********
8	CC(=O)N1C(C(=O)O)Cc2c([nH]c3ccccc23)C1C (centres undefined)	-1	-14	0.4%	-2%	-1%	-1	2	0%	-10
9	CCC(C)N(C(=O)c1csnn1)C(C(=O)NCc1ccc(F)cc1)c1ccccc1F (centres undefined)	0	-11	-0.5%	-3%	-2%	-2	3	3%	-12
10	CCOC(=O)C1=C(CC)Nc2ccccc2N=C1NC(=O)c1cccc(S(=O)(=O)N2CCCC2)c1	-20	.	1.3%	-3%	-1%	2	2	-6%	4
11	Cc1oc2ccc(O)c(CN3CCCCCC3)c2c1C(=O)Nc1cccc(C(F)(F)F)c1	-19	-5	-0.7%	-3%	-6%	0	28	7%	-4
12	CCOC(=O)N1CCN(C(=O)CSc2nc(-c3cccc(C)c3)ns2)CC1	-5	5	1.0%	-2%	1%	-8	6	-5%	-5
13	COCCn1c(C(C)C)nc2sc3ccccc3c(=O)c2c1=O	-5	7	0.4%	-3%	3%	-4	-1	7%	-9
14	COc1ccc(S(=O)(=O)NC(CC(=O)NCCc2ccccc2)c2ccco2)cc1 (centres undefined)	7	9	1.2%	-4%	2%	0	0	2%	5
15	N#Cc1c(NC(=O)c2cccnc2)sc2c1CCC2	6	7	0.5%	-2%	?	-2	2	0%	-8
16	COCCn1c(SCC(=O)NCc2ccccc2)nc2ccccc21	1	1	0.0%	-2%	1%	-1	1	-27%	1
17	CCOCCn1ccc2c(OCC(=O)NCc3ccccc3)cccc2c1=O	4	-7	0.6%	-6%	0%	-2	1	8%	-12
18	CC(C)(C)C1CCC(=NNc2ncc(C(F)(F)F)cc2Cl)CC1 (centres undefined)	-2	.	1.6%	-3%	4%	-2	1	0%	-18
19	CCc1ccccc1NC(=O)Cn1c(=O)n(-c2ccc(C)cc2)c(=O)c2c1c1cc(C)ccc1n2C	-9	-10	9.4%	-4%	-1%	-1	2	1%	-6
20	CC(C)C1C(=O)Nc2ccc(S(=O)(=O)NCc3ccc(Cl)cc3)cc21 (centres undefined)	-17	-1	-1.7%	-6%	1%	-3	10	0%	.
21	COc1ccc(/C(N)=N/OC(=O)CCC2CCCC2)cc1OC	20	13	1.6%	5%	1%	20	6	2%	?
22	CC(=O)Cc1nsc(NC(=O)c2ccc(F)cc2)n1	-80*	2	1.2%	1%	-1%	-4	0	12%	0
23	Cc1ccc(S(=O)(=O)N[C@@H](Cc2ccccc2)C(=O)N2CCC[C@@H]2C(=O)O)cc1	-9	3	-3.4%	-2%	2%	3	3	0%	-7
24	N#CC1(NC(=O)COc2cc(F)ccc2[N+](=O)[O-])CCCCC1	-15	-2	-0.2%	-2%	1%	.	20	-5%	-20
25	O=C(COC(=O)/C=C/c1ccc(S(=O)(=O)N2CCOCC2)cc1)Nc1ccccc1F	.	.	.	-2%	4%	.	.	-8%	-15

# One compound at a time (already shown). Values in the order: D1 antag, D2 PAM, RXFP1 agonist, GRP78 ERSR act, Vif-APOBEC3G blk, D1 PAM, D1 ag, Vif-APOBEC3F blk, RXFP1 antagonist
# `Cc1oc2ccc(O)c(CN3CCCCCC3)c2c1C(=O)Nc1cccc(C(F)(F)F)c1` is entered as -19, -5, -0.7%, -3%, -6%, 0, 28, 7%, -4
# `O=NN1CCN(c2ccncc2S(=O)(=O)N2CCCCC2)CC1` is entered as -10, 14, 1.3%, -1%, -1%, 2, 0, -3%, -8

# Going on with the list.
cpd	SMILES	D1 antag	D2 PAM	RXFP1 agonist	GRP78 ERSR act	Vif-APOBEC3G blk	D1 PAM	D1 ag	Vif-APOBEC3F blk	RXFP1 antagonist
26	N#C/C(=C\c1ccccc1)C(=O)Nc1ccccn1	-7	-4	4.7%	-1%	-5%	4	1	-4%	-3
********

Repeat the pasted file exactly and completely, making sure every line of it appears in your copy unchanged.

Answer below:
8	CC(=O)N1C(C(=O)O)Cc2c([nH]c3ccccc23)C1C (centres undefined)	-1	-14	0.4%	-2%	-1%	-1	2	0%	-10
9	CCC(C)N(C(=O)c1csnn1)C(C(=O)NCc1ccc(F)cc1)c1ccccc1F (centres undefined)	0	-11	-0.5%	-3%	-2%	-2	3	3%	-12
10	CCOC(=O)C1=C(CC)Nc2ccccc2N=C1NC(=O)c1cccc(S(=O)(=O)N2CCCC2)c1	-20	.	1.3%	-3%	-1%	2	2	-6%	4
11	Cc1oc2ccc(O)c(CN3CCCCCC3)c2c1C(=O)Nc1cccc(C(F)(F)F)c1	-19	-5	-0.7%	-3%	-6%	0	28	7%	-4
12	CCOC(=O)N1CCN(C(=O)CSc2nc(-c3cccc(C)c3)ns2)CC1	-5	5	1.0%	-2%	1%	-8	6	-5%	-5
13	COCCn1c(C(C)C)nc2sc3ccccc3c(=O)c2c1=O	-5	7	0.4%	-3%	3%	-4	-1	7%	-9
14	COc1ccc(S(=O)(=O)NC(CC(=O)NCCc2ccccc2)c2ccco2)cc1 (centres undefined)	7	9	1.2%	-4%	2%	0	0	2%	5
15	N#Cc1c(NC(=O)c2cccnc2)sc2c1CCC2	6	7	0.5%	-2%	?	-2	2	0%	-8
16	COCCn1c(SCC(=O)NCc2ccccc2)nc2ccccc21	1	1	0.0%	-2%	1%	-1	1	-27%	1
17	CCOCCn1ccc2c(OCC(=O)NCc3ccccc3)cccc2c1=O	4	-7	0.6%	-6%	0%	-2	1	8%	-12
18	CC(C)(C)C1CCC(=NNc2ncc(C(F)(F)F)cc2Cl)CC1 (centres undefined)	-2	.	1.6%	-3%	4%	-2	1	0%	-18
19	CCc1ccccc1NC(=O)Cn1c(=O)n(-c2ccc(C)cc2)c(=O)c2c1c1cc(C)ccc1n2C	-9	-10	9.4%	-4%	-1%	-1	2	1%	-6
20	CC(C)C1C(=O)Nc2ccc(S(=O)(=O)NCc3ccc(Cl)cc3)cc21 (centres undefined)	-17	-1	-1.7%	-6%	1%	-3	10	0%	.
21	COc1ccc(/C(N)=N/OC(=O)CCC2CCCC2)cc1OC	20	13	1.6%	5%	1%	20	6	2%	?
22	CC(=O)Cc1nsc(NC(=O)c2ccc(F)cc2)n1	-80*	2	1.2%	1%	-1%	-4	0	12%	0
23	Cc1ccc(S(=O)(=O)N[C@@H](Cc2ccccc2)C(=O)N2CCC[C@@H]2C(=O)O)cc1	-9	3	-3.4%	-2%	2%	3	3	0%	-7
24	N#CC1(NC(=O)COc2cc(F)ccc2[N+](=O)[O-])CCCCC1	-15	-2	-0.2%	-2%	1%	.	20	-5%	-20
25	O=C(COC(=O)/C=C/c1ccc(S(=O)(=O)N2CCOCC2)cc1)Nc1ccccc1F	.	.	.	-2%	4%	.	.	-8%	-15

# One compound at a time (already shown). Values in the order: D1 antag, D2 PAM, RXFP1 agonist, GRP78 ERSR act, Vif-APOBEC3G blk, D1 PAM, D1 ag, Vif-APOBEC3F blk, RXFP1 antagonist
# `Cc1oc2ccc(O)c(CN3CCCCCC3)c2c1C(=O)Nc1cccc(C(F)(F)F)c1` is entered as -19, -5, -0.7%, -3%, -6%, 0, 28, 7%, -4
# `O=NN1CCN(c2ccncc2S(=O)(=O)N2CCCCC2)CC1` is entered as -10, 14, 1.3%, -1%, -1%, 2, 0, -3%, -8

# Going on with the list.
cpd	SMILES	D1 antag	D2 PAM	RXFP1 agonist	GRP78 ERSR act	Vif-APOBEC3G blk	D1 PAM	D1 ag	Vif-APOBEC3F blk	RXFP1 antagonist
26	N#C/C(=C\c1ccccc1)C(=O)Nc1ccccn1	-7	-4	4.7%	-1%	-5%	4	1	-4%	-3